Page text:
Overall the Xperia E1 is a very good attempt at making a low budget phone, however it is outdone in most areas by the Motorola Moto E. Sony add some extra value with their Android skin and apps; if you have an account with these services then these might sway you or even be useful for sharing with another.

If you find yourself browsing in a retail store looking for a cheap phone, it may be available for a very good price locked to a network. In this case the flaws may be outweighed by the deal on the table. Otherwise for a pure, simple Android experience purchased SIM free, it’s difficult to recommend the E1 in the face of its competition.

The Sony Xperia E1 is available to buy SIM free and never locked from the Clove retail site for £104.99 (£87.49 ex-VAT).

Cat B25 – Now back in Stock

Cat B25Yes, the headline is correct the Cat B25 is now back in stock and available for instant dispatch.

This tough and compact phone is able to deal with anything you throw at it.  It is water and dust proof with a protection rating of IP67. In fact it can stay under water to a depth of 1 metre for a full 30 mins.  This means that it is a phone you can rely, and due to its durability (withstand drops of up to 1.8 metres) you don’t have to worry about it while you are hard at work.

The battery life is remarkable as you can keep communicating with your friends and work colleagues for up to 9.5 hours.  While the standby time is equally good with it being a healthy up to 13 days.  Making it a phone which you can use without having to constantly being worried about charging it.

Specification Highlights

  • Tough, ruggedized exterior
  • Talk-time of 9.5 hours
  • Drop-proof up to 1.8 metres
  • Impervious to dust
  • Waterproof to 1m for up to 30 minutes
  • GSM 850 / 900 / 1800 / 1900
  • Bluetooth 2.1

The Cat B25 is available for just £76.80 and you can place order HERE.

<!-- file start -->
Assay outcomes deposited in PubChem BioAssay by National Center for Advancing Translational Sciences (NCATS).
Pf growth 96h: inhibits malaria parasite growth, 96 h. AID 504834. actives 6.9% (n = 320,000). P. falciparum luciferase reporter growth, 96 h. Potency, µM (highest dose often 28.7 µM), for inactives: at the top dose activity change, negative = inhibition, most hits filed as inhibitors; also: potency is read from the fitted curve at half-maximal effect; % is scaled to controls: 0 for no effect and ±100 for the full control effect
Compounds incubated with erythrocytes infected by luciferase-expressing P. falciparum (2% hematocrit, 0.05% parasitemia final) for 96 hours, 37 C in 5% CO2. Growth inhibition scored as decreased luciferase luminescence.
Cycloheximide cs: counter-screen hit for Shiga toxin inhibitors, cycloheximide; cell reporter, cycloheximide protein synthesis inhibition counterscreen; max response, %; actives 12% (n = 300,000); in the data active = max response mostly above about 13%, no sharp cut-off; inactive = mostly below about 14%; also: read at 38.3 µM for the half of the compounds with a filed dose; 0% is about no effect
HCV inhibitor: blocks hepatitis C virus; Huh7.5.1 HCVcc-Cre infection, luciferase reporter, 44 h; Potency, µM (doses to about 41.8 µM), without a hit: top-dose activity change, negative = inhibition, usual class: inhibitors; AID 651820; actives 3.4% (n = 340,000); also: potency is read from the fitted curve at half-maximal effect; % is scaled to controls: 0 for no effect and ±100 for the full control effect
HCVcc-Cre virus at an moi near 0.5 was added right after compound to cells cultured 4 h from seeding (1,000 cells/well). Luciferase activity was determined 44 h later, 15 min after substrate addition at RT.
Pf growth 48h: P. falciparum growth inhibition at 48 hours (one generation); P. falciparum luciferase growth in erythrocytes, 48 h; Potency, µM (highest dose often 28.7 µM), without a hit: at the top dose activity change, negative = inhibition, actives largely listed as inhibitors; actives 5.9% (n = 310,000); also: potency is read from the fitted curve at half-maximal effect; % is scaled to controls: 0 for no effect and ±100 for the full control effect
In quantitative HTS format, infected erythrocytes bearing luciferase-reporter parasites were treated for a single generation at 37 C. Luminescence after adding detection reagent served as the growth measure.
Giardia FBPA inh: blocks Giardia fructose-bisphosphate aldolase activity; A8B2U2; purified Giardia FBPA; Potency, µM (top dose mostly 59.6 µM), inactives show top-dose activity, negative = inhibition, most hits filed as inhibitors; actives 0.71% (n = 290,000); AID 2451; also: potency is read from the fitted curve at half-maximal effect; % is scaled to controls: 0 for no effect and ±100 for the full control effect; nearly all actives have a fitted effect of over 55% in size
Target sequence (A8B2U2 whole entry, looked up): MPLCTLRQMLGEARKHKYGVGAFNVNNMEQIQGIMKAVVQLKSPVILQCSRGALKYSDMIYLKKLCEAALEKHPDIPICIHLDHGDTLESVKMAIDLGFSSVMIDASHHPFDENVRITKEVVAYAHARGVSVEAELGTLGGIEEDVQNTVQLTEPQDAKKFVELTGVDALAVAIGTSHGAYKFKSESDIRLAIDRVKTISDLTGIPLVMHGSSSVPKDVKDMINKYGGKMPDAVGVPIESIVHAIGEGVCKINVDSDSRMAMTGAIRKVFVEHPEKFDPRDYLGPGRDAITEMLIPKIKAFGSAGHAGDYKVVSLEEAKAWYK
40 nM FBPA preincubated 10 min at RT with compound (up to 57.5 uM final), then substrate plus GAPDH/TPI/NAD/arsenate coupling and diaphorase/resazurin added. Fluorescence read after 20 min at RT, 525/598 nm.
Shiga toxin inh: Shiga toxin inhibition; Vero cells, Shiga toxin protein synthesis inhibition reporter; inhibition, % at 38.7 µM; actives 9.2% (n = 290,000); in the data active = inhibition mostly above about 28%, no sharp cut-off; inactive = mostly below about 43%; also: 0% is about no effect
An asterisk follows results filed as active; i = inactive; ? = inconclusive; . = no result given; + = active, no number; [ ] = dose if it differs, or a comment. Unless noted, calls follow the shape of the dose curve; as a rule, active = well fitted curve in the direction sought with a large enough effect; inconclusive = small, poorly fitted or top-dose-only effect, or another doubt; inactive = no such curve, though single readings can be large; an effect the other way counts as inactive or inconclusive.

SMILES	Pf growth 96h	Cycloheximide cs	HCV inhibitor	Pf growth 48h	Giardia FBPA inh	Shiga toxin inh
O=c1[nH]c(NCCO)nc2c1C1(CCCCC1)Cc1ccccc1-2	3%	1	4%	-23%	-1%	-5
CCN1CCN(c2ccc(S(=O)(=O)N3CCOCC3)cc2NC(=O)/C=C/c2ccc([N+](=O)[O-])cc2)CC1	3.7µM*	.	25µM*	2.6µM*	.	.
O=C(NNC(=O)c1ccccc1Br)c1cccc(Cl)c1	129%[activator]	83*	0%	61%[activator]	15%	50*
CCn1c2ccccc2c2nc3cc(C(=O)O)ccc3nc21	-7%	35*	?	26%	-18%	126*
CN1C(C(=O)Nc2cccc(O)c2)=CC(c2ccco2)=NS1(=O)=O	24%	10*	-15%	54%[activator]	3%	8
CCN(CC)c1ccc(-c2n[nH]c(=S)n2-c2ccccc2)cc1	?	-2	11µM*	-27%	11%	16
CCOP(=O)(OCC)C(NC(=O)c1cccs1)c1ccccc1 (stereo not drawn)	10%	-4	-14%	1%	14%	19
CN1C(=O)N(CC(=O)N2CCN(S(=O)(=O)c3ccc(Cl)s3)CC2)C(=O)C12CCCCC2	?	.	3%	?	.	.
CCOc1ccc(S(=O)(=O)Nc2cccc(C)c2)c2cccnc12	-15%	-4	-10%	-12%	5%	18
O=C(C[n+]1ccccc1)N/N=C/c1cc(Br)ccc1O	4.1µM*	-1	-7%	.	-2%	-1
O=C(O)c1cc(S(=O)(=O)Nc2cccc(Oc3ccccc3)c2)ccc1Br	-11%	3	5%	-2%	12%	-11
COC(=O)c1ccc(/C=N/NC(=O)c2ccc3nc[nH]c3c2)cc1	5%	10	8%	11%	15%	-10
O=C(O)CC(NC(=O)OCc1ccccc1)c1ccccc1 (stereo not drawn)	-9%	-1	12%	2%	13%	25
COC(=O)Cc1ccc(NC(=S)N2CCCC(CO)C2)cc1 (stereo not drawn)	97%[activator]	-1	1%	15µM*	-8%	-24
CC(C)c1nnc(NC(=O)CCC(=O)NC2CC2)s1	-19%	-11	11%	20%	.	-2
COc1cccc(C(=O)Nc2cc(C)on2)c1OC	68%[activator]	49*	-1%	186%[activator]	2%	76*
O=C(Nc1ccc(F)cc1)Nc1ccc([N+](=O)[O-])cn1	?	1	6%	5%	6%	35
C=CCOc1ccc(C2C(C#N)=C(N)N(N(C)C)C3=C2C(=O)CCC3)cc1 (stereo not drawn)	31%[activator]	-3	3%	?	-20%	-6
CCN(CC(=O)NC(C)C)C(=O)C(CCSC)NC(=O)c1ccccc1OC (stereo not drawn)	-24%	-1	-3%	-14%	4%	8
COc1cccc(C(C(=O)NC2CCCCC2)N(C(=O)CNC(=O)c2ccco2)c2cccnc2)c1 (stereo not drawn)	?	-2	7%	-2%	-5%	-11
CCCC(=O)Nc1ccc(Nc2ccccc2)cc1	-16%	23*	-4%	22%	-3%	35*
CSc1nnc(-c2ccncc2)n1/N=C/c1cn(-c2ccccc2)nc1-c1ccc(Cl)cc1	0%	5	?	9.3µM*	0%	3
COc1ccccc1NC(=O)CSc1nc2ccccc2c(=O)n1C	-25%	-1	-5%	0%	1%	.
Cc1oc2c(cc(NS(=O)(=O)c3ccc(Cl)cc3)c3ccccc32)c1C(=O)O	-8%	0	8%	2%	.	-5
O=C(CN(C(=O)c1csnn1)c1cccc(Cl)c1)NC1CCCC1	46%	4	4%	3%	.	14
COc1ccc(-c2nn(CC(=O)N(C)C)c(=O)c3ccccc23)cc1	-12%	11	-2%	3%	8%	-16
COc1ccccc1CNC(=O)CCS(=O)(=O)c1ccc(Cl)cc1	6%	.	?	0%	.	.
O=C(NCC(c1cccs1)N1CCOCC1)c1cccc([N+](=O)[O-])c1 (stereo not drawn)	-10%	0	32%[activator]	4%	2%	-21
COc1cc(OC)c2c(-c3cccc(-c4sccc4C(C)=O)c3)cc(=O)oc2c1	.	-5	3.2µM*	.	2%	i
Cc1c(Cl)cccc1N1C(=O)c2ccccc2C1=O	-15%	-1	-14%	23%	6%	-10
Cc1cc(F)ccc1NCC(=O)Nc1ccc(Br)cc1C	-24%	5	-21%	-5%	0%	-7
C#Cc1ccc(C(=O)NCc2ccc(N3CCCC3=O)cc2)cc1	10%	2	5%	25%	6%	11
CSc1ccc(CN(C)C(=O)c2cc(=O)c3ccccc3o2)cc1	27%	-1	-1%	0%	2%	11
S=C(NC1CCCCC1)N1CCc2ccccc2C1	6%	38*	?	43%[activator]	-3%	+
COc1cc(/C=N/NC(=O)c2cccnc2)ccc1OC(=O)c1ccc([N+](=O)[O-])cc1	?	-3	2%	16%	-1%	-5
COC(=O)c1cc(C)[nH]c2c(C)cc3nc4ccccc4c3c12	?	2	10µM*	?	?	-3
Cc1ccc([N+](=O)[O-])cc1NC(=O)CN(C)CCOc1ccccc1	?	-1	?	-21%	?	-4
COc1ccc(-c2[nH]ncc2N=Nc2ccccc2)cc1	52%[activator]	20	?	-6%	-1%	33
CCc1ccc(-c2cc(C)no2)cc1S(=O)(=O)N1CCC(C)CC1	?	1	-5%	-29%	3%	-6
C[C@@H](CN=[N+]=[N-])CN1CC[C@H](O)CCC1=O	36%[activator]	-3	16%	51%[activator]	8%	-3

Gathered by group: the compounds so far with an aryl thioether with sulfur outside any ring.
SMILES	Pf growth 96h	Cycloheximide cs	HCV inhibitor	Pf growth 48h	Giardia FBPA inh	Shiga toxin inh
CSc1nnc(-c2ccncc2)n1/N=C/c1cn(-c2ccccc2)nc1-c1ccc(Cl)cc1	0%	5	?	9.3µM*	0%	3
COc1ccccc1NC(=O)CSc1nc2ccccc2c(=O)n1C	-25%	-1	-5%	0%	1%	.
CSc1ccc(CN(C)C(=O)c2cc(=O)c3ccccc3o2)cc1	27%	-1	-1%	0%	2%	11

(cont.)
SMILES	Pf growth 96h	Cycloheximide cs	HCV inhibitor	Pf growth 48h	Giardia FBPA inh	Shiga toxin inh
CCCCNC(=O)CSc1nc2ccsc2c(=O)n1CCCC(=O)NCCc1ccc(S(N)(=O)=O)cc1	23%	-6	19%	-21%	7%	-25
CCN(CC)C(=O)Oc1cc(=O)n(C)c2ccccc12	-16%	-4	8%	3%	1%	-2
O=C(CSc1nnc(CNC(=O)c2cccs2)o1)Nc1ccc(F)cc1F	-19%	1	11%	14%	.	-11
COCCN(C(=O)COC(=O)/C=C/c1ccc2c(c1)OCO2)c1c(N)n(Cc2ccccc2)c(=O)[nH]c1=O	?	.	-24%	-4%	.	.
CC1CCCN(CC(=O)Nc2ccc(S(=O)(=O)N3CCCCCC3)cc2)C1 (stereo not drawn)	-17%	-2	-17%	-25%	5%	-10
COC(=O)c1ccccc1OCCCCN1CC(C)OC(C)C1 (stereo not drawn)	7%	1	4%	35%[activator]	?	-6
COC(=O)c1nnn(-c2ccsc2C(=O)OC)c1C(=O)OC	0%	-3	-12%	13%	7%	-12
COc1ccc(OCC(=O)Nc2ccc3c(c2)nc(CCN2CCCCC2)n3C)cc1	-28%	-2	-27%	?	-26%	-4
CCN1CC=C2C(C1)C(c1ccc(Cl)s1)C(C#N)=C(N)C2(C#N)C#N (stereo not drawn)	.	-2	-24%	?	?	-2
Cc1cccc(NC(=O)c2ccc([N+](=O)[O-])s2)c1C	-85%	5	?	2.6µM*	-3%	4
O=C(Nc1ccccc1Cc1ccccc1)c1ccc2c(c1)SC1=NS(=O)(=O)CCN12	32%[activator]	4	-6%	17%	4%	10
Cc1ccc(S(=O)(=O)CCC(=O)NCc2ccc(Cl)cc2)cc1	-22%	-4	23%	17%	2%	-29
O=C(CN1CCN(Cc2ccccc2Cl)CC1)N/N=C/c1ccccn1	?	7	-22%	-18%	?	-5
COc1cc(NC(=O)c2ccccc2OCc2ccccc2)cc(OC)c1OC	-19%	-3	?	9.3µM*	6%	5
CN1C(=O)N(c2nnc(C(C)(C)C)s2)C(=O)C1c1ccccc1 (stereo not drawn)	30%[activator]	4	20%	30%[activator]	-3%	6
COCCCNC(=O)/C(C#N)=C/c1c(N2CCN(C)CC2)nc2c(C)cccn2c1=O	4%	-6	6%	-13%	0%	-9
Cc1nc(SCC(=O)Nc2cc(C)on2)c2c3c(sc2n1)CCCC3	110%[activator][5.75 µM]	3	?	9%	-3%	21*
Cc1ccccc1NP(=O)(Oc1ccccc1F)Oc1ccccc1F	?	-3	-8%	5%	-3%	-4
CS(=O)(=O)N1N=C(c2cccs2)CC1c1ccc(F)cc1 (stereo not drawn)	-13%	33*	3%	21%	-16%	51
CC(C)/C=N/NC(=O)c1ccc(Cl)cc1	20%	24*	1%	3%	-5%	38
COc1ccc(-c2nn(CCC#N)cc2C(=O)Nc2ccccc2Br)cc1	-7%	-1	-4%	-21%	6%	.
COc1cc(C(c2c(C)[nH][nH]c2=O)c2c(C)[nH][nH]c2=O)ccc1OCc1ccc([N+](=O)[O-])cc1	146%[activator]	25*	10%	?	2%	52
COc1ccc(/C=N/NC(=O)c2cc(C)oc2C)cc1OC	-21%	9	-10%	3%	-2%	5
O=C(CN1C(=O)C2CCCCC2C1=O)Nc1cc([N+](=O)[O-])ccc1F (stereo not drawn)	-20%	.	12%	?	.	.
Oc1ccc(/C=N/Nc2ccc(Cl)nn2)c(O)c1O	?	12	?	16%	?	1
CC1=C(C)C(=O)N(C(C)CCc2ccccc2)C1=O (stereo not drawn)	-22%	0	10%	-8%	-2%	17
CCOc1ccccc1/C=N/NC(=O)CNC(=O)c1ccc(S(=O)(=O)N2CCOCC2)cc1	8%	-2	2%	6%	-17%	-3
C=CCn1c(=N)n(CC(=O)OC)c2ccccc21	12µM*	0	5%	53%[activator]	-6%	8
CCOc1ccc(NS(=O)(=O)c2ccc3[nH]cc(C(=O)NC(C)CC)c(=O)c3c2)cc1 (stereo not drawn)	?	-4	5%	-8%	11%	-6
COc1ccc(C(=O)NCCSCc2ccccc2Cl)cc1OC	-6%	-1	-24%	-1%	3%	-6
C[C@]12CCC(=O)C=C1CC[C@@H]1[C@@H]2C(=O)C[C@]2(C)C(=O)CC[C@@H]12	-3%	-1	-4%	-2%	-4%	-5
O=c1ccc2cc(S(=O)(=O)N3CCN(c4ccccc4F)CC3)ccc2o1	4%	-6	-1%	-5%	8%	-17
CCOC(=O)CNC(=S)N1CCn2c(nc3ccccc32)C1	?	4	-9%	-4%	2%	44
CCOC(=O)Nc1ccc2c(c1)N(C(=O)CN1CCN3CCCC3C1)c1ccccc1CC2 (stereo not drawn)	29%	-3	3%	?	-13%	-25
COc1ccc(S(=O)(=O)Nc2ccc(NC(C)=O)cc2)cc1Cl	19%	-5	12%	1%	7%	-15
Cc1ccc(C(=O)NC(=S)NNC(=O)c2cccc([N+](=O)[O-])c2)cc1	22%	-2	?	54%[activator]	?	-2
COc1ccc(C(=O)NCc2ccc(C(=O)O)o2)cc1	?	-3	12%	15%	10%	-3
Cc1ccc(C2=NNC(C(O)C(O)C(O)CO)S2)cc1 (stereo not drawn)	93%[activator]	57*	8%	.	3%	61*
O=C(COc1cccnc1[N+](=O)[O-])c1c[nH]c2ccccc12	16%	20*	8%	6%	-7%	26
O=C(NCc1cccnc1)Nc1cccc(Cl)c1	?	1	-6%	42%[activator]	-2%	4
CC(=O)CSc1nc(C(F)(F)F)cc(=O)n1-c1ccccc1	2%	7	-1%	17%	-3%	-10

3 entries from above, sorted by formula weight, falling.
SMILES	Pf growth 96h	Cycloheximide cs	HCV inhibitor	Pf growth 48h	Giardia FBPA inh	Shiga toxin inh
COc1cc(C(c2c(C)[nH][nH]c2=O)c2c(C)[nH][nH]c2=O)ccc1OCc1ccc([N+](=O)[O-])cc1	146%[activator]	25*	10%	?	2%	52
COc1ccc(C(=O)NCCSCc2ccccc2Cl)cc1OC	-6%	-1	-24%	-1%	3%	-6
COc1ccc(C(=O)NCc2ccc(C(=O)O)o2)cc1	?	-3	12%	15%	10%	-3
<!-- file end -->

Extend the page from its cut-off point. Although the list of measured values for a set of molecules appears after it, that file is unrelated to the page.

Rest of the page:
Motorola Moto E – as Google intended

androidlogo.jpg‘Stock Android’ is a phrase that gets thrown about a lot, often without really stopping to think too hard about whether it’s a good thing or not.

Google’s version of Android is now a very capable operating system for powering mobile devices. It has a distinctive interface and ‘feel’, as well as providing a very large number of features ‘baked-in’ that have been added to over the years and may not have originally been available.

Many manufacturers have taken to adding their own interface layer on top of Google’s Android. From Samsung’s TouchWiz to HTC’s Sense, these ‘skins’ add a number of extra features and customise the layout and interface to make an experience unique to each device.

This process can be a real improvement; building on existing features and adding new ones, whilst providing key selling points for manufacturers. However it can also seriously hamper performance on less capable devices.

Motorola_Moto_E_black_and_WhiteFor phones like the Moto E, which cut their specification as low as possible while still being able to provide a decent experience, adding much extra becomes a burden on speed and storage space. Motorola make a couple of tiny background tweaks for registration purposes and install a couple of useful apps, otherwise though what you get is 100% Google. Not surprising when until recently they were a Google company.

A phone like the Moto E probably couldn’t have existed before Android 4.3, when Google made big changes to make sure the system ran properly on lower-tier hardware. Now we can see that the basic Android experience you find on a phone for £99, is comparable to one five times the price.

If all you require are the basics of modern technology done well, the Moto E once again reminds us that you don’t always need more.

Nokia Lumia 930 bundle returns – Free wireless kit worth £130

If you have been following the Nokia Lumia 930 launch, then you may have seen that things have not gone completely smoothly with the bundles on offer and the claim process. We realise this and are learning from it as well as passing feedback to Nokia.

However, the good news is the bundle is back and will run up until the 31st July. Therefore you can now purchase the Nokia Lumia 930 with a free kit worth £130.


Those UK based customers who previously ordered the 930, but the bundle offer had ended, you can now claim for your bundle.

Do be aware, this offer is valid only for UK customers and to receive your bundle you need to claim yours at

If however you struggle to claim at Clove will ensure a bundle is sent to you as soon as possible.

So, there is not all that long left to purchase a qualifying device, but you can do so here at Clove. The devices are SIM free and designed for use with all major networks. They are available in Black, Orange and Green.

Cat B15Q & B100 now with FREE trend safety sunglasses

Cat GlassesIf you now order either a Cat B15Q or B100 from Clove Technology you will receive a FREE set of Cat Trend Safety sunglasses.  Like the phones, these are robust being suitable for use when you are working on a job and giving you the protection you need to use tools safely.